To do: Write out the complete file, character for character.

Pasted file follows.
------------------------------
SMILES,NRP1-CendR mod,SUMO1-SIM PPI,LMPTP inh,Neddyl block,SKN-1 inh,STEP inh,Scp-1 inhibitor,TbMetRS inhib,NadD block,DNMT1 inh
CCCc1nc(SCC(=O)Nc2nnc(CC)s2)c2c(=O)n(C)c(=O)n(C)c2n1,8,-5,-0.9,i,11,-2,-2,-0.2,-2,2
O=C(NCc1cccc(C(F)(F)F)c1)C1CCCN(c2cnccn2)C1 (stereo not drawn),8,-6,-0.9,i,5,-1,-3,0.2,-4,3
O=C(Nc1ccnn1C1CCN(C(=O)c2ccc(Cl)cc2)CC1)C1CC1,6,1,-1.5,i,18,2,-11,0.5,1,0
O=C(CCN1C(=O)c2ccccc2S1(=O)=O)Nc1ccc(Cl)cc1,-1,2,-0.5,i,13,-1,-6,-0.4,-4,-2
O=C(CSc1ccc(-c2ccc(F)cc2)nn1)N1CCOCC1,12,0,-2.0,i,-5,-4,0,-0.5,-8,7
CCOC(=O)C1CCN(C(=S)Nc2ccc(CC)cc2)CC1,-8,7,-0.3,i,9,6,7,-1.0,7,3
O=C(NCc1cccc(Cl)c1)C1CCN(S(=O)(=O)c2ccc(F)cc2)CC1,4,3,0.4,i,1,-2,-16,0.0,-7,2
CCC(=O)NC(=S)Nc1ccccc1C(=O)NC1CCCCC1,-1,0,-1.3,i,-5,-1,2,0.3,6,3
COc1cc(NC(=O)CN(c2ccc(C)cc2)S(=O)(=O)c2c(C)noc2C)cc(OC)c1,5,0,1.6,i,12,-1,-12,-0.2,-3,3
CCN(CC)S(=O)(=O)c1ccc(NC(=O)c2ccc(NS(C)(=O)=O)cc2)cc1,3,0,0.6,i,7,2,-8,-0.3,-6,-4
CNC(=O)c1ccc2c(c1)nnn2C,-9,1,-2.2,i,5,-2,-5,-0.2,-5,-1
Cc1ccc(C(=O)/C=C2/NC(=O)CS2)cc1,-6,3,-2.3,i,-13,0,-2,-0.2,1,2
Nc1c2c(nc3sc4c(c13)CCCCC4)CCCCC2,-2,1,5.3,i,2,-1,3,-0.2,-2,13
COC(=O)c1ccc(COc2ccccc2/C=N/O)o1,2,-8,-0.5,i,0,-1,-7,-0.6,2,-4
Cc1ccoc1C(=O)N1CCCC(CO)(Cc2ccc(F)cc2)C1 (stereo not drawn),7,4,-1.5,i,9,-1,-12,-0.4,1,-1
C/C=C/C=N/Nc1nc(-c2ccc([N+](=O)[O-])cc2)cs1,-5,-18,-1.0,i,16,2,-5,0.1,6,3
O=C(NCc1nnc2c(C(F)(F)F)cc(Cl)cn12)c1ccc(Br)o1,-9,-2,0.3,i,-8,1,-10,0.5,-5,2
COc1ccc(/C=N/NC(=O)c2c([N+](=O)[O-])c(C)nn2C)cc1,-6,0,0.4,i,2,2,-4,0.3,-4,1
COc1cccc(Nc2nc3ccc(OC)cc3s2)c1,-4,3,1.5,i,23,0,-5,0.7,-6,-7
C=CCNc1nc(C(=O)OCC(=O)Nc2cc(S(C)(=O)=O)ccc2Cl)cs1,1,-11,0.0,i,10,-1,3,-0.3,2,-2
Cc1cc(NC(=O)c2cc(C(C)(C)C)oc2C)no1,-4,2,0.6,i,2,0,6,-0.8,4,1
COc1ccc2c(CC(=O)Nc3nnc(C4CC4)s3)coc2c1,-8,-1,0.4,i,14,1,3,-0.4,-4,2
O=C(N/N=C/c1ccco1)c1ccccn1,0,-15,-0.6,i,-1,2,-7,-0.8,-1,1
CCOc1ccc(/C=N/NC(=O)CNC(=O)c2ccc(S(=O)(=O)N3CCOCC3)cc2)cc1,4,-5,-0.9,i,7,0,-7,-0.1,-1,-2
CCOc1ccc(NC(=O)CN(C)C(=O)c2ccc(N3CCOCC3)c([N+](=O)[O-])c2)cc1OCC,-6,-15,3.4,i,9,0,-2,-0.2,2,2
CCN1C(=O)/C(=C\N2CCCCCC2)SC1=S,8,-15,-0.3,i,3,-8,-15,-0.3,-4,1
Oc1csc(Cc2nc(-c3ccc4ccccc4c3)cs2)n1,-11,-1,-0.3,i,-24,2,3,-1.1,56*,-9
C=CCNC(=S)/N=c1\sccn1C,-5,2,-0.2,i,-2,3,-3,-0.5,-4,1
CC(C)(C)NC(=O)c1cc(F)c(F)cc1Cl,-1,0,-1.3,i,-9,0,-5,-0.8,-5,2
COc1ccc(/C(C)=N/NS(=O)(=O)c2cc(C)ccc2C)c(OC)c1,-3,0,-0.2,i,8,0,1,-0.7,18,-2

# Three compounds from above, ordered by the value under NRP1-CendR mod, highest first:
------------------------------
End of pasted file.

SMILES,NRP1-CendR mod,SUMO1-SIM PPI,LMPTP inh,Neddyl block,SKN-1 inh,STEP inh,Scp-1 inhibitor,TbMetRS inhib,NadD block,DNMT1 inh
CCCc1nc(SCC(=O)Nc2nnc(CC)s2)c2c(=O)n(C)c(=O)n(C)c2n1,8,-5,-0.9,i,11,-2,-2,-0.2,-2,2
O=C(NCc1cccc(C(F)(F)F)c1)C1CCCN(c2cnccn2)C1 (stereo not drawn),8,-6,-0.9,i,5,-1,-3,0.2,-4,3
O=C(Nc1ccnn1C1CCN(C(=O)c2ccc(Cl)cc2)CC1)C1CC1,6,1,-1.5,i,18,2,-11,0.5,1,0
O=C(CCN1C(=O)c2ccccc2S1(=O)=O)Nc1ccc(Cl)cc1,-1,2,-0.5,i,13,-1,-6,-0.4,-4,-2
O=C(CSc1ccc(-c2ccc(F)cc2)nn1)N1CCOCC1,12,0,-2.0,i,-5,-4,0,-0.5,-8,7
CCOC(=O)C1CCN(C(=S)Nc2ccc(CC)cc2)CC1,-8,7,-0.3,i,9,6,7,-1.0,7,3
O=C(NCc1cccc(Cl)c1)C1CCN(S(=O)(=O)c2ccc(F)cc2)CC1,4,3,0.4,i,1,-2,-16,0.0,-7,2
CCC(=O)NC(=S)Nc1ccccc1C(=O)NC1CCCCC1,-1,0,-1.3,i,-5,-1,2,0.3,6,3
COc1cc(NC(=O)CN(c2ccc(C)cc2)S(=O)(=O)c2c(C)noc2C)cc(OC)c1,5,0,1.6,i,12,-1,-12,-0.2,-3,3
CCN(CC)S(=O)(=O)c1ccc(NC(=O)c2ccc(NS(C)(=O)=O)cc2)cc1,3,0,0.6,i,7,2,-8,-0.3,-6,-4
CNC(=O)c1ccc2c(c1)nnn2C,-9,1,-2.2,i,5,-2,-5,-0.2,-5,-1
Cc1ccc(C(=O)/C=C2/NC(=O)CS2)cc1,-6,3,-2.3,i,-13,0,-2,-0.2,1,2
Nc1c2c(nc3sc4c(c13)CCCCC4)CCCCC2,-2,1,5.3,i,2,-1,3,-0.2,-2,13
COC(=O)c1ccc(COc2ccccc2/C=N/O)o1,2,-8,-0.5,i,0,-1,-7,-0.6,2,-4
Cc1ccoc1C(=O)N1CCCC(CO)(Cc2ccc(F)cc2)C1 (stereo not drawn),7,4,-1.5,i,9,-1,-12,-0.4,1,-1
C/C=C/C=N/Nc1nc(-c2ccc([N+](=O)[O-])cc2)cs1,-5,-18,-1.0,i,16,2,-5,0.1,6,3
O=C(NCc1nnc2c(C(F)(F)F)cc(Cl)cn12)c1ccc(Br)o1,-9,-2,0.3,i,-8,1,-10,0.5,-5,2
COc1ccc(/C=N/NC(=O)c2c([N+](=O)[O-])c(C)nn2C)cc1,-6,0,0.4,i,2,2,-4,0.3,-4,1
COc1cccc(Nc2nc3ccc(OC)cc3s2)c1,-4,3,1.5,i,23,0,-5,0.7,-6,-7
C=CCNc1nc(C(=O)OCC(=O)Nc2cc(S(C)(=O)=O)ccc2Cl)cs1,1,-11,0.0,i,10,-1,3,-0.3,2,-2
Cc1cc(NC(=O)c2cc(C(C)(C)C)oc2C)no1,-4,2,0.6,i,2,0,6,-0.8,4,1
COc1ccc2c(CC(=O)Nc3nnc(C4CC4)s3)coc2c1,-8,-1,0.4,i,14,1,3,-0.4,-4,2
O=C(N/N=C/c1ccco1)c1ccccn1,0,-15,-0.6,i,-1,2,-7,-0.8,-1,1
CCOc1ccc(/C=N/NC(=O)CNC(=O)c2ccc(S(=O)(=O)N3CCOCC3)cc2)cc1,4,-5,-0.9,i,7,0,-7,-0.1,-1,-2
CCOc1ccc(NC(=O)CN(C)C(=O)c2ccc(N3CCOCC3)c([N+](=O)[O-])c2)cc1OCC,-6,-15,3.4,i,9,0,-2,-0.2,2,2
CCN1C(=O)/C(=C\N2CCCCCC2)SC1=S,8,-15,-0.3,i,3,-8,-15,-0.3,-4,1
Oc1csc(Cc2nc(-c3ccc4ccccc4c3)cs2)n1,-11,-1,-0.3,i,-24,2,3,-1.1,56*,-9
C=CCNC(=S)/N=c1\sccn1C,-5,2,-0.2,i,-2,3,-3,-0.5,-4,1
CC(C)(C)NC(=O)c1cc(F)c(F)cc1Cl,-1,0,-1.3,i,-9,0,-5,-0.8,-5,2
COc1ccc(/C(C)=N/NS(=O)(=O)c2cc(C)ccc2C)c(OC)c1,-3,0,-0.2,i,8,0,1,-0.7,18,-2

# Three compounds from above, ordered by the value under NRP1-CendR mod, highest first: